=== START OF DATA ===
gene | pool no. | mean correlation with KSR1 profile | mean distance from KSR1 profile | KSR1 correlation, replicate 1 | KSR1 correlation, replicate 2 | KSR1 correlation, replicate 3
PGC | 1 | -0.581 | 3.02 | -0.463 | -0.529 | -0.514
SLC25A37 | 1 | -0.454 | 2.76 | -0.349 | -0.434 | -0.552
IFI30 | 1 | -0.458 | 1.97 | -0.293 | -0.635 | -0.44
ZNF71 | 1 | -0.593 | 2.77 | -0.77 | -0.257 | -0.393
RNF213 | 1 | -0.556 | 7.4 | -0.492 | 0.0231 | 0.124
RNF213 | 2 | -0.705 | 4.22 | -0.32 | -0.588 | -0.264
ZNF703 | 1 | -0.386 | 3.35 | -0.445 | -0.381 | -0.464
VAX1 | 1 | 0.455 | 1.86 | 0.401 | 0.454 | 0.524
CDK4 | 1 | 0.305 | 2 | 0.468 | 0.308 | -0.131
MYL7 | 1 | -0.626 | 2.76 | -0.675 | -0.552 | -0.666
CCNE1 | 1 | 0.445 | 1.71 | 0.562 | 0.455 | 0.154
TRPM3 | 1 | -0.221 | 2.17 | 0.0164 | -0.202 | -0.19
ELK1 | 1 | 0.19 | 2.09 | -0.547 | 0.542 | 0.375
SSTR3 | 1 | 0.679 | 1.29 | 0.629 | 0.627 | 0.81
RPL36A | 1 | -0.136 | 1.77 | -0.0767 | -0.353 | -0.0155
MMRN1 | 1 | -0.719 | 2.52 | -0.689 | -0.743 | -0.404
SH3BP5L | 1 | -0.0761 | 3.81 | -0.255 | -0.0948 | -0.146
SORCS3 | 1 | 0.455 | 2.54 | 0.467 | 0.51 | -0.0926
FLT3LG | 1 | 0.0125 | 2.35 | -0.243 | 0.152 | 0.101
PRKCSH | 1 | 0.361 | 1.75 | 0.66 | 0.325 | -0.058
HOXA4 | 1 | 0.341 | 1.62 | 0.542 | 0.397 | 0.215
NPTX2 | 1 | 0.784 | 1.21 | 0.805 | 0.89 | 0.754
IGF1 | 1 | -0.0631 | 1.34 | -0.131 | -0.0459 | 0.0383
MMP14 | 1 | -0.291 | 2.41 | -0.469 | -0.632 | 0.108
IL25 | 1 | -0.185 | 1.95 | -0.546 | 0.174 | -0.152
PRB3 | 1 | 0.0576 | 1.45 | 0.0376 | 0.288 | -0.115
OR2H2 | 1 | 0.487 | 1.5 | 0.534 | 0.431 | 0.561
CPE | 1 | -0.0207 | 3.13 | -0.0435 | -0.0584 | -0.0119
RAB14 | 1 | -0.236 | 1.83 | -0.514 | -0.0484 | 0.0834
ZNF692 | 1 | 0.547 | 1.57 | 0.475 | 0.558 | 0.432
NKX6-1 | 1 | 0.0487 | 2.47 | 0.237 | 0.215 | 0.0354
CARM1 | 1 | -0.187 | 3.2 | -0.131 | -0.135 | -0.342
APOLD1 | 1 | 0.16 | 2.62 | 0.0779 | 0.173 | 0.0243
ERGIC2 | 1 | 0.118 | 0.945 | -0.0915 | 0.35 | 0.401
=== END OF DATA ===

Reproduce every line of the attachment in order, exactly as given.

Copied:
gene | pool no. | mean correlation with KSR1 profile | mean distance from KSR1 profile | KSR1 correlation, replicate 1 | KSR1 correlation, replicate 2 | KSR1 correlation, replicate 3
PGC | 1 | -0.581 | 3.02 | -0.463 | -0.529 | -0.514
SLC25A37 | 1 | -0.454 | 2.76 | -0.349 | -0.434 | -0.552
IFI30 | 1 | -0.458 | 1.97 | -0.293 | -0.635 | -0.44
ZNF71 | 1 | -0.593 | 2.77 | -0.77 | -0.257 | -0.393
RNF213 | 1 | -0.556 | 7.4 | -0.492 | 0.0231 | 0.124
RNF213 | 2 | -0.705 | 4.22 | -0.32 | -0.588 | -0.264
ZNF703 | 1 | -0.386 | 3.35 | -0.445 | -0.381 | -0.464
VAX1 | 1 | 0.455 | 1.86 | 0.401 | 0.454 | 0.524
CDK4 | 1 | 0.305 | 2 | 0.468 | 0.308 | -0.131
MYL7 | 1 | -0.626 | 2.76 | -0.675 | -0.552 | -0.666
CCNE1 | 1 | 0.445 | 1.71 | 0.562 | 0.455 | 0.154
TRPM3 | 1 | -0.221 | 2.17 | 0.0164 | -0.202 | -0.19
ELK1 | 1 | 0.19 | 2.09 | -0.547 | 0.542 | 0.375
SSTR3 | 1 | 0.679 | 1.29 | 0.629 | 0.627 | 0.81
RPL36A | 1 | -0.136 | 1.77 | -0.0767 | -0.353 | -0.0155
MMRN1 | 1 | -0.719 | 2.52 | -0.689 | -0.743 | -0.404
SH3BP5L | 1 | -0.0761 | 3.81 | -0.255 | -0.0948 | -0.146
SORCS3 | 1 | 0.455 | 2.54 | 0.467 | 0.51 | -0.0926
FLT3LG | 1 | 0.0125 | 2.35 | -0.243 | 0.152 | 0.101
PRKCSH | 1 | 0.361 | 1.75 | 0.66 | 0.325 | -0.058
HOXA4 | 1 | 0.341 | 1.62 | 0.542 | 0.397 | 0.215
NPTX2 | 1 | 0.784 | 1.21 | 0.805 | 0.89 | 0.754
IGF1 | 1 | -0.0631 | 1.34 | -0.131 | -0.0459 | 0.0383
MMP14 | 1 | -0.291 | 2.41 | -0.469 | -0.632 | 0.108
IL25 | 1 | -0.185 | 1.95 | -0.546 | 0.174 | -0.152
PRB3 | 1 | 0.0576 | 1.45 | 0.0376 | 0.288 | -0.115
OR2H2 | 1 | 0.487 | 1.5 | 0.534 | 0.431 | 0.561
CPE | 1 | -0.0207 | 3.13 | -0.0435 | -0.0584 | -0.0119
RAB14 | 1 | -0.236 | 1.83 | -0.514 | -0.0484 | 0.0834
ZNF692 | 1 | 0.547 | 1.57 | 0.475 | 0.558 | 0.432
NKX6-1 | 1 | 0.0487 | 2.47 | 0.237 | 0.215 | 0.0354
CARM1 | 1 | -0.187 | 3.2 | -0.131 | -0.135 | -0.342
APOLD1 | 1 | 0.16 | 2.62 | 0.0779 | 0.173 | 0.0243
ERGIC2 | 1 | 0.118 | 0.945 | -0.0915 | 0.35 | 0.401